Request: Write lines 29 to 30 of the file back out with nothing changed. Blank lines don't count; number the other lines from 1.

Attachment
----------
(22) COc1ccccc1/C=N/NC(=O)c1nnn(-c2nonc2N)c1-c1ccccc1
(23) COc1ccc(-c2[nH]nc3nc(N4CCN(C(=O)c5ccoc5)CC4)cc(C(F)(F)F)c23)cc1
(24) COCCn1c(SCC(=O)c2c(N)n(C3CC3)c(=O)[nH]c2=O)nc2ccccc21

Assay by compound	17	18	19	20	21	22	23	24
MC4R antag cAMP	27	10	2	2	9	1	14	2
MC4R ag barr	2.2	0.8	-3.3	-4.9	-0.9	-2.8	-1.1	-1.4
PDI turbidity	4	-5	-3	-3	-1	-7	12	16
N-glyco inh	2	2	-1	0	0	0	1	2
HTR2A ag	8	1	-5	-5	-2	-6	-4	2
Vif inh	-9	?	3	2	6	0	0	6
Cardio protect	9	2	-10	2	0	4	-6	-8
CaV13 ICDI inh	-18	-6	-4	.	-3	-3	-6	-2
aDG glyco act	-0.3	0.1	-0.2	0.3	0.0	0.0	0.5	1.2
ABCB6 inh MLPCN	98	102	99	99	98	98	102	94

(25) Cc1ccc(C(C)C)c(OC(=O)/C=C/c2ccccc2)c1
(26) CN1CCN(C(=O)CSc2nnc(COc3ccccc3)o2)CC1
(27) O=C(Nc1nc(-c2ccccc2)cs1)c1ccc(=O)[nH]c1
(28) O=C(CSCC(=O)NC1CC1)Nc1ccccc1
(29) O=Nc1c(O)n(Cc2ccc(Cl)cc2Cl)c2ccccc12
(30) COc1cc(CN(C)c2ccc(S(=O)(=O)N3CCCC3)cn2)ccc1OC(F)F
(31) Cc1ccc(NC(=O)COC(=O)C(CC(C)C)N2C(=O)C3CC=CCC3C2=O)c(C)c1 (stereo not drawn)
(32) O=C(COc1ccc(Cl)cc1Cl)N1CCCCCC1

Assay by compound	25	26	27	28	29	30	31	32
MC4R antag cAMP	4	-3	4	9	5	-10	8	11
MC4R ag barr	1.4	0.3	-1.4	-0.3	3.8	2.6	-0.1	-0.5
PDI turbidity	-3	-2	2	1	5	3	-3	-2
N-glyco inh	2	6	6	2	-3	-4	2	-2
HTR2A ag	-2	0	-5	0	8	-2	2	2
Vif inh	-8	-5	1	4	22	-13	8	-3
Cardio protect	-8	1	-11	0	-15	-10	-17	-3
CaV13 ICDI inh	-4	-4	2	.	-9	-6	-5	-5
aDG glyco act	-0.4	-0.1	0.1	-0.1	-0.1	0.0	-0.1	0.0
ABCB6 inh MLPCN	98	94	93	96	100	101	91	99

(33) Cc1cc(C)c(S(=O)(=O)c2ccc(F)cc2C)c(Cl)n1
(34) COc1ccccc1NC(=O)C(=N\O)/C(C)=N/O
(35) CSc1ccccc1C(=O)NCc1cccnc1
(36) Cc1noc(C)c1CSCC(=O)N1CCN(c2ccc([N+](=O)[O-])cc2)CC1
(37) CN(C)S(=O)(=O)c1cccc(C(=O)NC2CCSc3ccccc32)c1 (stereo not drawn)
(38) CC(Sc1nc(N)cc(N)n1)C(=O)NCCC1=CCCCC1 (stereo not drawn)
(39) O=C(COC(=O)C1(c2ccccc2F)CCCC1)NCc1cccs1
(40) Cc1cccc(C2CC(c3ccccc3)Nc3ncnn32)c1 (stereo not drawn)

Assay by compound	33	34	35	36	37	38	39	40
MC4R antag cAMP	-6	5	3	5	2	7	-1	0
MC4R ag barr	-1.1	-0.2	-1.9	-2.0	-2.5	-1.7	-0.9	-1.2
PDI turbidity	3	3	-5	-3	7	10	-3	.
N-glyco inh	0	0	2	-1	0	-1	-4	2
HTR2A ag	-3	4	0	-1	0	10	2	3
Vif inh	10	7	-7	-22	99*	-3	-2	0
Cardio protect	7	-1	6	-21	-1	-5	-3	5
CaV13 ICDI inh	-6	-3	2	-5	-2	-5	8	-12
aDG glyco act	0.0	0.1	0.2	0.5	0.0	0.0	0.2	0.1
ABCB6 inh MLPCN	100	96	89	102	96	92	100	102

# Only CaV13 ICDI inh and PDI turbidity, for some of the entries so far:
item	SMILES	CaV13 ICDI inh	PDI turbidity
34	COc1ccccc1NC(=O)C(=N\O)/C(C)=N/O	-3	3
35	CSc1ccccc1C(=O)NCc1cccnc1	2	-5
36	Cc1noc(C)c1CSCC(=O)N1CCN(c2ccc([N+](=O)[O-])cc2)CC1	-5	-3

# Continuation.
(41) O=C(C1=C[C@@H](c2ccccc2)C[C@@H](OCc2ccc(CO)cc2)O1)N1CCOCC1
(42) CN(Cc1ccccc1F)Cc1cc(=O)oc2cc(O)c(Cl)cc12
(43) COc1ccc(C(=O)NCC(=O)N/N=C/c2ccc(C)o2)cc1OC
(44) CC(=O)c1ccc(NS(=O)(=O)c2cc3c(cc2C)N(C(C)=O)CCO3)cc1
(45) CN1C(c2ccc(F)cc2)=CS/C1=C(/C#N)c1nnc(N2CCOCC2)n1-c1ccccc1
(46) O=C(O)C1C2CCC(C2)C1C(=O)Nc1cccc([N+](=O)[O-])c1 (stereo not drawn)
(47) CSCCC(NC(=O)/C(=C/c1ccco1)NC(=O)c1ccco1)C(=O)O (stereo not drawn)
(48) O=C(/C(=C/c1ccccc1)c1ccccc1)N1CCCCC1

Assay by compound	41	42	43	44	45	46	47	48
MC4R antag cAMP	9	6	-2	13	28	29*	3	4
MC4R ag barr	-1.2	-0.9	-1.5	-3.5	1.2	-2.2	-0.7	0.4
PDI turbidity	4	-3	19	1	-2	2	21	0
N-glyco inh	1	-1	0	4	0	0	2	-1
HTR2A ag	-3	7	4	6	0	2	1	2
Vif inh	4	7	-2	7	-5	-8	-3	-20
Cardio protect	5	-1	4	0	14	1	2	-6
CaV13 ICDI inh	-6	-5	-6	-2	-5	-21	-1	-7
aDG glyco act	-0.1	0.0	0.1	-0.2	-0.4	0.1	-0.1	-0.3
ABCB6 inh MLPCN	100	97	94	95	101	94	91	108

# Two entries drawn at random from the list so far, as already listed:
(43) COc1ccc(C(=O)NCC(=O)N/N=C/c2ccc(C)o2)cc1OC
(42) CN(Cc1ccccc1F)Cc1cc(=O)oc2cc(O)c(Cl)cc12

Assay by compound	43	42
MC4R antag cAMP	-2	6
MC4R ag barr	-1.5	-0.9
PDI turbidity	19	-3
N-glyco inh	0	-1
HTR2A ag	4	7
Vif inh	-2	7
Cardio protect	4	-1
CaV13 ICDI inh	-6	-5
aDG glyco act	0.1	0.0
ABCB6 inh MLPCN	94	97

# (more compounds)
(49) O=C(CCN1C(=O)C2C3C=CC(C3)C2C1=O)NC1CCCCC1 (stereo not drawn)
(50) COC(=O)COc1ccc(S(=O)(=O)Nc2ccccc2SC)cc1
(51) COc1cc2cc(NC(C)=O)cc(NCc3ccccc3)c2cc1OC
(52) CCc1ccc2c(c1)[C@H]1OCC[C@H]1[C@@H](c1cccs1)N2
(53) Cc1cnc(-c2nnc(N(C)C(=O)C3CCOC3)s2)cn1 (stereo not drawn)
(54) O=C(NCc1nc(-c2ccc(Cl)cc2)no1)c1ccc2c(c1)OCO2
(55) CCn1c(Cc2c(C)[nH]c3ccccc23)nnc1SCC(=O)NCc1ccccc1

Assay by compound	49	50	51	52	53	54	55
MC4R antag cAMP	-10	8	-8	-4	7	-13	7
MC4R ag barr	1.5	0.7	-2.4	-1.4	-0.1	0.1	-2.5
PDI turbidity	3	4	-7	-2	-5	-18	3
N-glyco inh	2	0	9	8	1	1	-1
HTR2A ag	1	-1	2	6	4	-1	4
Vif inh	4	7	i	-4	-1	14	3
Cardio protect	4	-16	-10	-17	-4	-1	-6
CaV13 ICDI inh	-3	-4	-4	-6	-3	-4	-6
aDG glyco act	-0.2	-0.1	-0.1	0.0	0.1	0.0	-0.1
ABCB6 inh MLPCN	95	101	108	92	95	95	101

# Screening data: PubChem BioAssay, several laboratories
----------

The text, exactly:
Vif inh	-8	-5	1	4	22	-13	8	-3
Cardio protect	-8	1	-11	0	-15	-10	-17	-3